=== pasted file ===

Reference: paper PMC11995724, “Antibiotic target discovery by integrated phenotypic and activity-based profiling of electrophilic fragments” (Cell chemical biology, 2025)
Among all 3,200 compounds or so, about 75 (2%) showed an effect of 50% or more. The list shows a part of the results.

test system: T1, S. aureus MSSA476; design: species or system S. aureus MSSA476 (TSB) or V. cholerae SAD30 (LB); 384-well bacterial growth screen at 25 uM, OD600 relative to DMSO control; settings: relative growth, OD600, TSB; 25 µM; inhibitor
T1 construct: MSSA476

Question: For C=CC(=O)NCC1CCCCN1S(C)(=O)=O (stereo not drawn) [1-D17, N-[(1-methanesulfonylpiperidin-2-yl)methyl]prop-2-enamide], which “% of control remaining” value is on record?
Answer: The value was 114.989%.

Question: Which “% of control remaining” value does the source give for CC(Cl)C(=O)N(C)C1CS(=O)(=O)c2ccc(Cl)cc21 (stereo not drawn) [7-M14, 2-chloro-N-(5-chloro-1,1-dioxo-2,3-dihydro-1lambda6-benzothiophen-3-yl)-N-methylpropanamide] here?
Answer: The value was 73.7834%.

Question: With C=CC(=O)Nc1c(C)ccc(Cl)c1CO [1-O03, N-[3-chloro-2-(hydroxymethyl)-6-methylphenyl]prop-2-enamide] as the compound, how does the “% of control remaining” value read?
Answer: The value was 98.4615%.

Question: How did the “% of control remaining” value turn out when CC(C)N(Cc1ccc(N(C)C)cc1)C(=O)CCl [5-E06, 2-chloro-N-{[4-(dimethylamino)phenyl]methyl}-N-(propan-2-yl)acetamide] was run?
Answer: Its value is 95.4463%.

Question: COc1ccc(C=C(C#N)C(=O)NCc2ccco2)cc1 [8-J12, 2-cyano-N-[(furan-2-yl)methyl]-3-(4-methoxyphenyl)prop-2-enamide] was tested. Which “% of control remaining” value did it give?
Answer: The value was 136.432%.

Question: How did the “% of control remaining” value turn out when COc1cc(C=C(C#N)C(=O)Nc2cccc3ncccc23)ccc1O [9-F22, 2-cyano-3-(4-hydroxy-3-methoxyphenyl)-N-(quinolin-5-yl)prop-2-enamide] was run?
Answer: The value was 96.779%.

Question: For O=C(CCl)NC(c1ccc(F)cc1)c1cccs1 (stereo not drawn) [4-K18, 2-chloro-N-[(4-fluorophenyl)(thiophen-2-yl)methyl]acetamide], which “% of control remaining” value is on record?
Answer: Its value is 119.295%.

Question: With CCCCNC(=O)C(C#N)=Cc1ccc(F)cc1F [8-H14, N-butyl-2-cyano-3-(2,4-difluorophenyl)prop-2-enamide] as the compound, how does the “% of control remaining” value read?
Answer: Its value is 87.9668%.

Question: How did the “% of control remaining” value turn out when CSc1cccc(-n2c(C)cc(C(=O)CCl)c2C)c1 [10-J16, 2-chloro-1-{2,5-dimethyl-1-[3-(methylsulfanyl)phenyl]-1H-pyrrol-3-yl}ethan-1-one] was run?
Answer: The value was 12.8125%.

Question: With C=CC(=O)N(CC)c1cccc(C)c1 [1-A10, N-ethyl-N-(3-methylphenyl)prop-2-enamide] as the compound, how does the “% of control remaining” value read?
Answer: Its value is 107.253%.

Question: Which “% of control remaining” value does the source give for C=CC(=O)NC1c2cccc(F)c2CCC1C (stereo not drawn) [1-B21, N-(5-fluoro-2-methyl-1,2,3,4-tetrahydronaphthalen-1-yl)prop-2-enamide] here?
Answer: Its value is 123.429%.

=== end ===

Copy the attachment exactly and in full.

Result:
Reference: paper PMC11995724, “Antibiotic target discovery by integrated phenotypic and activity-based profiling of electrophilic fragments” (Cell chemical biology, 2025)
Among all 3,200 compounds or so, about 75 (2%) showed an effect of 50% or more. The list shows a part of the results.

test system: T1, S. aureus MSSA476; design: species or system S. aureus MSSA476 (TSB) or V. cholerae SAD30 (LB); 384-well bacterial growth screen at 25 uM, OD600 relative to DMSO control; settings: relative growth, OD600, TSB; 25 µM; inhibitor
T1 construct: MSSA476

Question: For C=CC(=O)NCC1CCCCN1S(C)(=O)=O (stereo not drawn) [1-D17, N-[(1-methanesulfonylpiperidin-2-yl)methyl]prop-2-enamide], which “% of control remaining” value is on record?
Answer: The value was 114.989%.

Question: Which “% of control remaining” value does the source give for CC(Cl)C(=O)N(C)C1CS(=O)(=O)c2ccc(Cl)cc21 (stereo not drawn) [7-M14, 2-chloro-N-(5-chloro-1,1-dioxo-2,3-dihydro-1lambda6-benzothiophen-3-yl)-N-methylpropanamide] here?
Answer: The value was 73.7834%.

Question: With C=CC(=O)Nc1c(C)ccc(Cl)c1CO [1-O03, N-[3-chloro-2-(hydroxymethyl)-6-methylphenyl]prop-2-enamide] as the compound, how does the “% of control remaining” value read?
Answer: The value was 98.4615%.

Question: How did the “% of control remaining” value turn out when CC(C)N(Cc1ccc(N(C)C)cc1)C(=O)CCl [5-E06, 2-chloro-N-{[4-(dimethylamino)phenyl]methyl}-N-(propan-2-yl)acetamide] was run?
Answer: Its value is 95.4463%.

Question: COc1ccc(C=C(C#N)C(=O)NCc2ccco2)cc1 [8-J12, 2-cyano-N-[(furan-2-yl)methyl]-3-(4-methoxyphenyl)prop-2-enamide] was tested. Which “% of control remaining” value did it give?
Answer: The value was 136.432%.

Question: How did the “% of control remaining” value turn out when COc1cc(C=C(C#N)C(=O)Nc2cccc3ncccc23)ccc1O [9-F22, 2-cyano-3-(4-hydroxy-3-methoxyphenyl)-N-(quinolin-5-yl)prop-2-enamide] was run?
Answer: The value was 96.779%.

Question: For O=C(CCl)NC(c1ccc(F)cc1)c1cccs1 (stereo not drawn) [4-K18, 2-chloro-N-[(4-fluorophenyl)(thiophen-2-yl)methyl]acetamide], which “% of control remaining” value is on record?
Answer: Its value is 119.295%.

Question: With CCCCNC(=O)C(C#N)=Cc1ccc(F)cc1F [8-H14, N-butyl-2-cyano-3-(2,4-difluorophenyl)prop-2-enamide] as the compound, how does the “% of control remaining” value read?
Answer: Its value is 87.9668%.

Question: How did the “% of control remaining” value turn out when CSc1cccc(-n2c(C)cc(C(=O)CCl)c2C)c1 [10-J16, 2-chloro-1-{2,5-dimethyl-1-[3-(methylsulfanyl)phenyl]-1H-pyrrol-3-yl}ethan-1-one] was run?
Answer: The value was 12.8125%.

Question: With C=CC(=O)N(CC)c1cccc(C)c1 [1-A10, N-ethyl-N-(3-methylphenyl)prop-2-enamide] as the compound, how does the “% of control remaining” value read?
Answer: Its value is 107.253%.

Question: Which “% of control remaining” value does the source give for C=CC(=O)NC1c2cccc(F)c2CCC1C (stereo not drawn) [1-B21, N-(5-fluoro-2-methyl-1,2,3,4-tetrahydronaphthalen-1-yl)prop-2-enamide] here?
Answer: Its value is 123.429%.